There once was a time when the U.S. news media investigated U.S. imperial adventures overseas, such as Washington-sponsored coups. Journalists also asked tough questions to officials implicated in corruption even if those queries were inconvenient to the desired propaganda themes. But those days are long gone, as the Washington Post demonstrated again this week.
On Wednesday, the Post’s editorial board had a chance to press Ukraine’s Prime Minister Arseniy Yatsenyuk about the U.S. government’s role in the Feb. 22, 2014 coup that elevated him to his current post – after he was handpicked by U.S. Assistant Secretary of State for European Affairs Victoria Nuland, who declared “Yats is the guy” in a pre-coup intercepted phone call.
Wouldn’t it have been interesting to ask Yatsenyuk about his pre-coup contacts with Nuland and U.S. Ambassador Geoffrey Pyatt and what their role was in fomenting the “regime change” that ousted elected President Viktor Yanukovych and hurtled Ukraine into a civil war? Sure, Yatsenyuk might have ducked the questions, but isn’t that the role that journalists are supposed to play, at least ask? [See Consortiumnews.com’s “What Neocons Want from Ukraine Crisis.”]
Or why not question Yatsenyuk about the presence of neo-Nazis and other right-wing extremists who spearheaded the violent coup and then were deployed as the shock troops in Ukraine’s “anti-terrorism operation” that has slaughtered thousands of ethnic Russians in eastern Ukraine? Wouldn’t that question have spiced up the interview? [See Consortiumnews.com’s “Wretched US Journalism on Ukraine.”]
And, since Ukraine’s Finance Minister Natalie Jaresko was at the editorial board meeting as well, wouldn’t it have made sense to ask her about the propriety of her enriching herself while managing a $150 million U.S.-taxpayer-financed investment fund for Ukraine over the past decade? What kind of message does her prior work send to the people of Ukraine as they’re asked to tighten their belts even more, with cuts to pensions, reduction of worker protections, and elimination of heating subsidies?
How would Jaresko justify her various schemes to increase her compensation beyond the $150,000 limit set by the U.S. Agency for International Development and her decision to take court action to gag her ex-husband when he tried to blow the whistle on some improprieties? Wouldn’t such an exchange enlighten the Post’s readers about the complexities of the crisis? [See Consortiumnews.com’s “Ukraine Finance Minister’s American ‘Values.’”]
Yet, based on what the Post decided to report to its readers, the editorial board simply performed the stenographic task of taking down whatever Yatsenyuk and Jaresko wanted to say. There was no indication of any probing question or even the slightest skepticism toward their assertions.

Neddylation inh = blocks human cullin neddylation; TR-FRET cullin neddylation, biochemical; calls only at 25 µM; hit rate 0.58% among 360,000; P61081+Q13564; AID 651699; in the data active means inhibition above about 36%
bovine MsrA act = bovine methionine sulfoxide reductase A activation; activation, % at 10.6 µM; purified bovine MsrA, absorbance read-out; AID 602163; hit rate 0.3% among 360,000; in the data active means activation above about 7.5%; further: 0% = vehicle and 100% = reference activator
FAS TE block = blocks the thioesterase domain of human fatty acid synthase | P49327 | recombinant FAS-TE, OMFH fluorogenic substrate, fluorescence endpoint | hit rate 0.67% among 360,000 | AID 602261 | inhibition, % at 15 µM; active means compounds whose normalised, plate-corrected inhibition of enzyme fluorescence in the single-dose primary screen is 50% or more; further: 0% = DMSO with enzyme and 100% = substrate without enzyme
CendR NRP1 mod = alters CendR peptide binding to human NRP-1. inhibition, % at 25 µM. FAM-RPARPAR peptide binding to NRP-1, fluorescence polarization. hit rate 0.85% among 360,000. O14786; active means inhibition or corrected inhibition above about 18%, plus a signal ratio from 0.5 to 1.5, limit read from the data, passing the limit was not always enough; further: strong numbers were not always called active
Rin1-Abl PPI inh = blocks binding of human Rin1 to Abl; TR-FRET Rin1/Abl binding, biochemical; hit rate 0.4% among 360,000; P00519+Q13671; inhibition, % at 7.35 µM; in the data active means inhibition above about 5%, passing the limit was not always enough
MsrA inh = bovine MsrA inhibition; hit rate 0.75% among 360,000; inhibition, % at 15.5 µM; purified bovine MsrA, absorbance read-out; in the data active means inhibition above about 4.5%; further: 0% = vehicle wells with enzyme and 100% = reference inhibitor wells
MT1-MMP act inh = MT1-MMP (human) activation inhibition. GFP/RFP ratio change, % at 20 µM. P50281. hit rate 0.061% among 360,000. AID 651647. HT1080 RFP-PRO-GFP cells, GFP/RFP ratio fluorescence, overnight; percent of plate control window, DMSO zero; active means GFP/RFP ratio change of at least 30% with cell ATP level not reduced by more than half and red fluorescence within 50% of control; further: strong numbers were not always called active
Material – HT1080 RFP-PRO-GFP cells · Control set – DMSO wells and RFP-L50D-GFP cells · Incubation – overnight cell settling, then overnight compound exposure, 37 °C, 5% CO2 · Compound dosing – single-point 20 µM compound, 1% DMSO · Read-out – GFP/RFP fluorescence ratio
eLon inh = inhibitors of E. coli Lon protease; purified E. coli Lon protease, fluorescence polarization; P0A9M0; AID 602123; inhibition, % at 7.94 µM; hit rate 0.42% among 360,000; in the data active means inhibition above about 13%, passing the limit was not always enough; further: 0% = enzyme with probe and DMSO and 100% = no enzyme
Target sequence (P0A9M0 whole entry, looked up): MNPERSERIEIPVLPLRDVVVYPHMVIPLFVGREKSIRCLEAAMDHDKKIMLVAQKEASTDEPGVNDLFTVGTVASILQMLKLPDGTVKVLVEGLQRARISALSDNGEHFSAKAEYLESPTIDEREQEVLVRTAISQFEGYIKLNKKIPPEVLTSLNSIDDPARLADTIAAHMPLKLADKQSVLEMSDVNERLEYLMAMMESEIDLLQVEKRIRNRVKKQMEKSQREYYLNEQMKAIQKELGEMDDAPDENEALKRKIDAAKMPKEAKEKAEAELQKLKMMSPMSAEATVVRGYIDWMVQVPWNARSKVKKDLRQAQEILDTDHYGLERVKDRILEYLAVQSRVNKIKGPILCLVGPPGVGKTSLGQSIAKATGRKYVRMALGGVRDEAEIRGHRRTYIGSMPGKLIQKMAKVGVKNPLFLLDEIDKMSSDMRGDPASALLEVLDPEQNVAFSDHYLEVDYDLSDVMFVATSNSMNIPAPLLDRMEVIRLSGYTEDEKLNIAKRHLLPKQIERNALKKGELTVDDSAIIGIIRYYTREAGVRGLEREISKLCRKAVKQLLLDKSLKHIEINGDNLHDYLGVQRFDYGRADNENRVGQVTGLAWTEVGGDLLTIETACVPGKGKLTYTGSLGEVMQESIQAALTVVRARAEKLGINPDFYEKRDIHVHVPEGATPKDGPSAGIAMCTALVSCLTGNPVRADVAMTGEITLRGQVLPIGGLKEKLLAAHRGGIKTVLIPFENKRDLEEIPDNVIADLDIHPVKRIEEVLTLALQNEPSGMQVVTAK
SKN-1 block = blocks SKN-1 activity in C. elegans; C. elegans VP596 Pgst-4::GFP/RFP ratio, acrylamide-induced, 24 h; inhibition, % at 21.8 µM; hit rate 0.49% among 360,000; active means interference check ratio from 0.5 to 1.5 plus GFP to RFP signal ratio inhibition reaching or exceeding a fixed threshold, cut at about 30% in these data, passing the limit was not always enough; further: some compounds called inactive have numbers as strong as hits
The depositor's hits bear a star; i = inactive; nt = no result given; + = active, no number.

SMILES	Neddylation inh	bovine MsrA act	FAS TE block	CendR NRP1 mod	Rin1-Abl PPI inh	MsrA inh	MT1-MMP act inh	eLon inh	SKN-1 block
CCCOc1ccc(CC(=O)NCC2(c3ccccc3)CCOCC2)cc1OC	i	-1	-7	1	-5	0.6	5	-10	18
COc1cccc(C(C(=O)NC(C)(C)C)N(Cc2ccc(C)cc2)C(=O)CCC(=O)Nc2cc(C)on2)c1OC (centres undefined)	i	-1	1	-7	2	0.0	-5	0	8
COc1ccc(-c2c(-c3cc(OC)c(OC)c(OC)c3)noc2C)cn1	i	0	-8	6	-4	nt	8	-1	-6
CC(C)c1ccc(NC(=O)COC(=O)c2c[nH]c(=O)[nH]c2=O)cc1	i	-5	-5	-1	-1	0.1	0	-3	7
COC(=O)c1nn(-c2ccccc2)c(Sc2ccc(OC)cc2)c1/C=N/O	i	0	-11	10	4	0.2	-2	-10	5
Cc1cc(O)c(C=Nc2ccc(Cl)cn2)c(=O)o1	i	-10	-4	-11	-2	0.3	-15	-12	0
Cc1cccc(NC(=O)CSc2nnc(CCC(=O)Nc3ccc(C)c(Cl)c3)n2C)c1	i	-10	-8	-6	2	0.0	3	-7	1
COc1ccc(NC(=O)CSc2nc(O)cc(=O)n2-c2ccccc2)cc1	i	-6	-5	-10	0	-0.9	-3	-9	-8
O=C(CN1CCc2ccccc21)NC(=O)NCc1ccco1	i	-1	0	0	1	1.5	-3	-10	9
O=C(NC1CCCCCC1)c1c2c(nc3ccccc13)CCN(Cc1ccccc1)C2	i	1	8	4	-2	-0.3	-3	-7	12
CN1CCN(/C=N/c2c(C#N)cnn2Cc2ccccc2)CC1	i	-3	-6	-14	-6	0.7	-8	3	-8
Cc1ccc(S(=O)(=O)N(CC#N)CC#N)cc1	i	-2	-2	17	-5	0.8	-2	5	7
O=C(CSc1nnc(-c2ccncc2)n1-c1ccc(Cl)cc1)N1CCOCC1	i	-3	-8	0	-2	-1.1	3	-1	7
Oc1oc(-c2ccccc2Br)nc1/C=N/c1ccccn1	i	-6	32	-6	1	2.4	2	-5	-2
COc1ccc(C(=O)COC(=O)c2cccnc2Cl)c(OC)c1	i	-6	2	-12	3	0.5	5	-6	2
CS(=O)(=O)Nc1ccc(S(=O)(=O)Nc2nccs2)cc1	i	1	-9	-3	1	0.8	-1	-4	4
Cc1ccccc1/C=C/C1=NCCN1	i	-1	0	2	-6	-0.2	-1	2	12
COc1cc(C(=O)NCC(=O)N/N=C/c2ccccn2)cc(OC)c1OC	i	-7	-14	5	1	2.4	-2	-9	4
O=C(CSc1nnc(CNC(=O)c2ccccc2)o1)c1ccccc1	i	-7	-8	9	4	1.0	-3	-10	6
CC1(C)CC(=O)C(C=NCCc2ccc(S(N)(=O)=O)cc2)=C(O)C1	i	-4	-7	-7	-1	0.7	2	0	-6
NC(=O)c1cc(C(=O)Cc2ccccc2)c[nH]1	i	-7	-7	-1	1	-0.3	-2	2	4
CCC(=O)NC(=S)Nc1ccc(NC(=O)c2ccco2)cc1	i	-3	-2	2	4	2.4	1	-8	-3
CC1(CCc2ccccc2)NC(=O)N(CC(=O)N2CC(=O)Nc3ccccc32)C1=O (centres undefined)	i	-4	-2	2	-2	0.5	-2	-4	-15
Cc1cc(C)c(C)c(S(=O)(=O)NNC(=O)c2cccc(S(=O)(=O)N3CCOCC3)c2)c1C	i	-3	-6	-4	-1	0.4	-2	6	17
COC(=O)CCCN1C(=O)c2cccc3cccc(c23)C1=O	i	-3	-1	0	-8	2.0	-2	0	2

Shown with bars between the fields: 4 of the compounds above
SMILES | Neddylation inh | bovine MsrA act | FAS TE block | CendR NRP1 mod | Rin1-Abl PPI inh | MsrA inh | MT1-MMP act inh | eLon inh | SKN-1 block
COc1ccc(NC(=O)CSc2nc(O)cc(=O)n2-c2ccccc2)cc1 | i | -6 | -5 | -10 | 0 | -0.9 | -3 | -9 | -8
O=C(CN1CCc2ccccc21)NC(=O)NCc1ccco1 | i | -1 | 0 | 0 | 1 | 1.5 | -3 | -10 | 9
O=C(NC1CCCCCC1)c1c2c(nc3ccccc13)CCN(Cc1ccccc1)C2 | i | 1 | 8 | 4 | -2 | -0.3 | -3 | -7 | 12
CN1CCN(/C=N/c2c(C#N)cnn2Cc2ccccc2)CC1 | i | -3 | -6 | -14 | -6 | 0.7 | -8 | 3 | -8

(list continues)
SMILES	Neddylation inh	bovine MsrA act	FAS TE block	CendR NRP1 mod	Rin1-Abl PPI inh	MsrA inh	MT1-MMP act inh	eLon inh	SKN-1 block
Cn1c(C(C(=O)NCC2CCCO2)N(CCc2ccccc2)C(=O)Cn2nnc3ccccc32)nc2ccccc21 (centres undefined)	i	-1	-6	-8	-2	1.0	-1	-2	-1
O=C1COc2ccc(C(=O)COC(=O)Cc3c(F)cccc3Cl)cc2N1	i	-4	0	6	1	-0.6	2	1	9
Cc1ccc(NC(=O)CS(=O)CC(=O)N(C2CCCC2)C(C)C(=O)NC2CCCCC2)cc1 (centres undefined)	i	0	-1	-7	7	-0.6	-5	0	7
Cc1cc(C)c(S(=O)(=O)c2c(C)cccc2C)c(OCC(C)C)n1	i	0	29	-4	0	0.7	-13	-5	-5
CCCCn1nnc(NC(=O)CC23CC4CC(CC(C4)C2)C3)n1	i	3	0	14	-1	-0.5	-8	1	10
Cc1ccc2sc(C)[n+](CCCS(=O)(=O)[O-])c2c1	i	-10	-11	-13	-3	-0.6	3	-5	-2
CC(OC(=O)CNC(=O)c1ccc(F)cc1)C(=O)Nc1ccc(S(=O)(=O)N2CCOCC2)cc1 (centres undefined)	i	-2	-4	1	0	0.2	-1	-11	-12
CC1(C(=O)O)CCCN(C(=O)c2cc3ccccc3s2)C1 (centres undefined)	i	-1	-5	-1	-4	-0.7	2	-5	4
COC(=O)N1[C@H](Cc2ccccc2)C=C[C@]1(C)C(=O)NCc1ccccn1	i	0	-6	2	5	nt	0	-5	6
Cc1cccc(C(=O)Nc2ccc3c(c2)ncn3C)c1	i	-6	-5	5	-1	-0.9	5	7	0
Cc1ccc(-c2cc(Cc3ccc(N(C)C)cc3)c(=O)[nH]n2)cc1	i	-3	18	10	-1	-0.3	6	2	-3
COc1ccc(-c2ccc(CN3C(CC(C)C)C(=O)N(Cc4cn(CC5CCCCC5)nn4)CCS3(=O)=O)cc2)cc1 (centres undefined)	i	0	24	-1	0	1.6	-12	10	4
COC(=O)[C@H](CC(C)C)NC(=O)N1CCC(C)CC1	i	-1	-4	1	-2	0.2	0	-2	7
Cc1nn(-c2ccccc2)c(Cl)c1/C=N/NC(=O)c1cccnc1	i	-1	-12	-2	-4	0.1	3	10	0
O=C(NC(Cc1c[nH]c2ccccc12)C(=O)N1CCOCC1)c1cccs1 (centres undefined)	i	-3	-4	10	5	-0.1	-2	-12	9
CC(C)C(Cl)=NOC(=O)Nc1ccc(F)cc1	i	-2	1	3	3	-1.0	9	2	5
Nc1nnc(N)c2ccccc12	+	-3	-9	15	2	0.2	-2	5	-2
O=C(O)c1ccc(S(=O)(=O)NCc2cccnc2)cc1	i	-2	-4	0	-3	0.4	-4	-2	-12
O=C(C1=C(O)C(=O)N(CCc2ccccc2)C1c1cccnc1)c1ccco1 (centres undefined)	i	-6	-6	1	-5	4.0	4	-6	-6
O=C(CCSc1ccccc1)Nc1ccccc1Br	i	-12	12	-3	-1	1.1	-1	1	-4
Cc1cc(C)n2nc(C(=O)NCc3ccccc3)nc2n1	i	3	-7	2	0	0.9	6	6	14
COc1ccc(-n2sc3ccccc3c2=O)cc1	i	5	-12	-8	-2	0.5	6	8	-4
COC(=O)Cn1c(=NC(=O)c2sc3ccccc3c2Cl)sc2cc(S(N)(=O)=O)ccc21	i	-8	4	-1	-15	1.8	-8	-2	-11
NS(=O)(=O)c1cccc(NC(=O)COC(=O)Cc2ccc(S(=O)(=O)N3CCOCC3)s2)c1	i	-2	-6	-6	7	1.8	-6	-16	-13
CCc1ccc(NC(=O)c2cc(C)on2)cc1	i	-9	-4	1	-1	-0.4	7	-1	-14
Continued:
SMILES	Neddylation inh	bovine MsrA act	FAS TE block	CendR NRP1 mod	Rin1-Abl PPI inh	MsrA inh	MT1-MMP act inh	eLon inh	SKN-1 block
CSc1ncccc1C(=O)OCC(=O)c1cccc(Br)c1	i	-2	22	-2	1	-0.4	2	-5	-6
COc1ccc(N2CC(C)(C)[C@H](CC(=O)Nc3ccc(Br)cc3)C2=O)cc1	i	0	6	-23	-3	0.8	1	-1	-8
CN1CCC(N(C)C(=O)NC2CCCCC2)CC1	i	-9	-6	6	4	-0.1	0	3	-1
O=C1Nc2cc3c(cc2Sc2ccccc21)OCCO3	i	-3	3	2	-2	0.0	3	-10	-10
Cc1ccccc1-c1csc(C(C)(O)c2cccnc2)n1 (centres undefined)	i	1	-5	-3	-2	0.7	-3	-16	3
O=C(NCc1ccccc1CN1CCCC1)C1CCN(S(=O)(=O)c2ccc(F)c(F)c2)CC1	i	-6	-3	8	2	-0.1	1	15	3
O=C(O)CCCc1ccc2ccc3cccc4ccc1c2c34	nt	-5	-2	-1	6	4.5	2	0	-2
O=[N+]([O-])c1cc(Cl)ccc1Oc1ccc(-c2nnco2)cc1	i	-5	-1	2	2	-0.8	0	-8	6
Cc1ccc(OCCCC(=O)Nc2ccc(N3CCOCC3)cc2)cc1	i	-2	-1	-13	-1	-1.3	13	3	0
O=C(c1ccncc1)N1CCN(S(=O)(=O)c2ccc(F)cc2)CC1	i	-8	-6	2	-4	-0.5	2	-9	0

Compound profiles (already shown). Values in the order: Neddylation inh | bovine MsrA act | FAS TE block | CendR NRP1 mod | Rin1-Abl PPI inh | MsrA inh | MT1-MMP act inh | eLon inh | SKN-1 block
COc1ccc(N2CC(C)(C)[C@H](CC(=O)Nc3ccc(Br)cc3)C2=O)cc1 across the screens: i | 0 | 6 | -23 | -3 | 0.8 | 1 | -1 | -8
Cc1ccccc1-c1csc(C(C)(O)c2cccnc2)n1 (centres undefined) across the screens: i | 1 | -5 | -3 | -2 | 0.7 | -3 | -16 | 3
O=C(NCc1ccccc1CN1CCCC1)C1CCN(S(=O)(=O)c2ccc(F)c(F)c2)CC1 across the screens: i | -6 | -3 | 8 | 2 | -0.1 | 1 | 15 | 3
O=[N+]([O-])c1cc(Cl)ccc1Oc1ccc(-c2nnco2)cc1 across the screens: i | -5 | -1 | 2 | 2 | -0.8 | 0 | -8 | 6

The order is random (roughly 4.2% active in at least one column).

On Thursday, the Post combined a news article on the visit with an editorial that repeated pretty much as flat fact what Yatsenyuk and Jaresko had said. So, after Yatsenyuk alleged that Russia had 10,000 troops on the ground inside Ukraine, the Post’s editorial writers simply asserted the same number as a fact in its lead editorial, which stated: “Russia … has deployed an estimated 10,000 troops to eastern Ukraine and, with its local proxies, attacks Ukrainian forces on a near-daily basis.”
Though both assertions are in dispute – with many of the cease-fire violations resulting from Ukrainian government assaults around the rebel-controlled Donetsk Airport – the Post had no interest in showing any skepticism, arguably one of the consequences from the failure to impose any accountability for the Post’s similarly biased writing prior to the Iraq War.
In 2002-03, editorial-page editor Fred Hiatt repeatedly declared as flat fact that Saddam Hussein possessed stockpiles of WMDs, thus supposedly justifying the U.S.-led invasion. After the invasion failed to locate these WMD stockpiles, Hiatt was asked about his editorials and responded:
“If you look at the editorials we write running up [to the war], we state as flat fact that he [Saddam Hussein] has weapons of mass destruction,” Hiatt said. “If that’s not true, it would have been better not to say it.” [CJR, March/April 2004]
Yes, journalists generally aren’t supposed to say something is a fact when it isn’t – and when a news executive oversees such a catastrophic error, which contributed to the deaths of nearly 4,500 U.S. soldiers and hundreds of thousands of Iraqis, you might expect him to be fired.
Yet, Hiatt remains the Post’s editorial-page editor today, continuing to push neoconservative propaganda themes, now including equally one-sided accounts of dangerous crises in Ukraine, Syria and elsewhere. [See Consortiumnews.com’s “Why WPost’s Hiatt Should Be Fired.”]
On Ukraine – although the risks of neocon “tough-guy-ism” against nuclear-armed Russia could mean extermination of life on the planet – the Post refuses to present any kind of balanced reporting. Nor apparently will the Post even direct newsworthy questions to Ukrainian officials.
Investigative reporter Robert Parry broke many of the Iran-Contra stories for The Associated Press and Newsweek in the 1980s. You can buy his latest book, America’s Stolen Narrative, either in print here or as an e-book (from Amazon andbarnesandnoble.com). You also can order Robert Parry’s trilogy on the Bush Family and its connections to various right-wing operatives for only $34. The trilogy includesAmerica’s Stolen Narrative. For details on this offer, click here.